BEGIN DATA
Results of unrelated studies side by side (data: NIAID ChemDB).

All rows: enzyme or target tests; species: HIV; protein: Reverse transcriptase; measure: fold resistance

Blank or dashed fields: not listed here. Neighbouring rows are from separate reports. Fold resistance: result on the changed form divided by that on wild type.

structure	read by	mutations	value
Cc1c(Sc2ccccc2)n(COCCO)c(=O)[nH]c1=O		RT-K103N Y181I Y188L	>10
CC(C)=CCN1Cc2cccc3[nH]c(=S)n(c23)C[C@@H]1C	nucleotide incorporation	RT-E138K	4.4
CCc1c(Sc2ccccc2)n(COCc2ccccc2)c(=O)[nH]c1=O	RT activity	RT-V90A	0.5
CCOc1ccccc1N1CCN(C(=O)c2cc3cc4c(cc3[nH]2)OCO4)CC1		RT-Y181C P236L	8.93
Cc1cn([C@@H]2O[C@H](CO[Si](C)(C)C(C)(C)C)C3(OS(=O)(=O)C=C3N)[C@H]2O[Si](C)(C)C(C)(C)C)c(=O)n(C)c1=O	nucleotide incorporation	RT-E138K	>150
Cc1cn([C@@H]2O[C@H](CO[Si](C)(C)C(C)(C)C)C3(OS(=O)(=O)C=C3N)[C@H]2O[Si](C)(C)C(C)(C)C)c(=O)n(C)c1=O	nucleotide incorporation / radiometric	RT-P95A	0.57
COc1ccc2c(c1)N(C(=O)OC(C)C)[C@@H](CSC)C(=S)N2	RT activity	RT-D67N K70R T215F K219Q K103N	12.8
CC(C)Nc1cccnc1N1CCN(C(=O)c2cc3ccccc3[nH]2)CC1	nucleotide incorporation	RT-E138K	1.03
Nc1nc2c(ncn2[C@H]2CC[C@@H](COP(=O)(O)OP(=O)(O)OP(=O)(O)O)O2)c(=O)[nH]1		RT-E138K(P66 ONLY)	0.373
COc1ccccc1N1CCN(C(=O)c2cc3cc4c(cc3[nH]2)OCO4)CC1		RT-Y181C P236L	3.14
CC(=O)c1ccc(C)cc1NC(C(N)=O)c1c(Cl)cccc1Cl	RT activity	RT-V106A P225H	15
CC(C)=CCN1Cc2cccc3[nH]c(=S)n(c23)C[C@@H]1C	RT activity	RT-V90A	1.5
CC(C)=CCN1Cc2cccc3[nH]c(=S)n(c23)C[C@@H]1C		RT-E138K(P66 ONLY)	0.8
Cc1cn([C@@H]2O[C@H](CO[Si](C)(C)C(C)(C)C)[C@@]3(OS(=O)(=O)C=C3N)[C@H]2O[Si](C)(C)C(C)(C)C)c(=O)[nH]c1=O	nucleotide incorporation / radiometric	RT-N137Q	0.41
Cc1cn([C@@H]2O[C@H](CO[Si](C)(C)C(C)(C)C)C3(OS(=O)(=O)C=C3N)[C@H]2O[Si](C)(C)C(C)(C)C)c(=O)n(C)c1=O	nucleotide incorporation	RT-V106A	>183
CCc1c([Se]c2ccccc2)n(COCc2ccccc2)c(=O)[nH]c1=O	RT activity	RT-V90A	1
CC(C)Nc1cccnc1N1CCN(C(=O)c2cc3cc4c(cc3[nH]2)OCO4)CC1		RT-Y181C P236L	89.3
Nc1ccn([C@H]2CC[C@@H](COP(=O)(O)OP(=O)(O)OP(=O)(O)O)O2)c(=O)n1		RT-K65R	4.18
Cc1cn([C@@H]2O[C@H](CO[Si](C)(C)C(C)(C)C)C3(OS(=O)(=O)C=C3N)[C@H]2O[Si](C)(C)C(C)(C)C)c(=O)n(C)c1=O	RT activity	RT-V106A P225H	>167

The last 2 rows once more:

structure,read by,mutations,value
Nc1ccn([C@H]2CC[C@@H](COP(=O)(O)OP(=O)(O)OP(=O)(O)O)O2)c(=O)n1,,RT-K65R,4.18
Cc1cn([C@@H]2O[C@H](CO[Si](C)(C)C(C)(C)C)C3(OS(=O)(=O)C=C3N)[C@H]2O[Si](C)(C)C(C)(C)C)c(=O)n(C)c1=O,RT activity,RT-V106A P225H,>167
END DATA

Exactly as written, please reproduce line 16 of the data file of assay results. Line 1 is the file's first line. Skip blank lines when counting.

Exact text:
CC(C)=CCN1Cc2cccc3[nH]c(=S)n(c23)C[C@@H]1C	RT activity	RT-V90A	1.5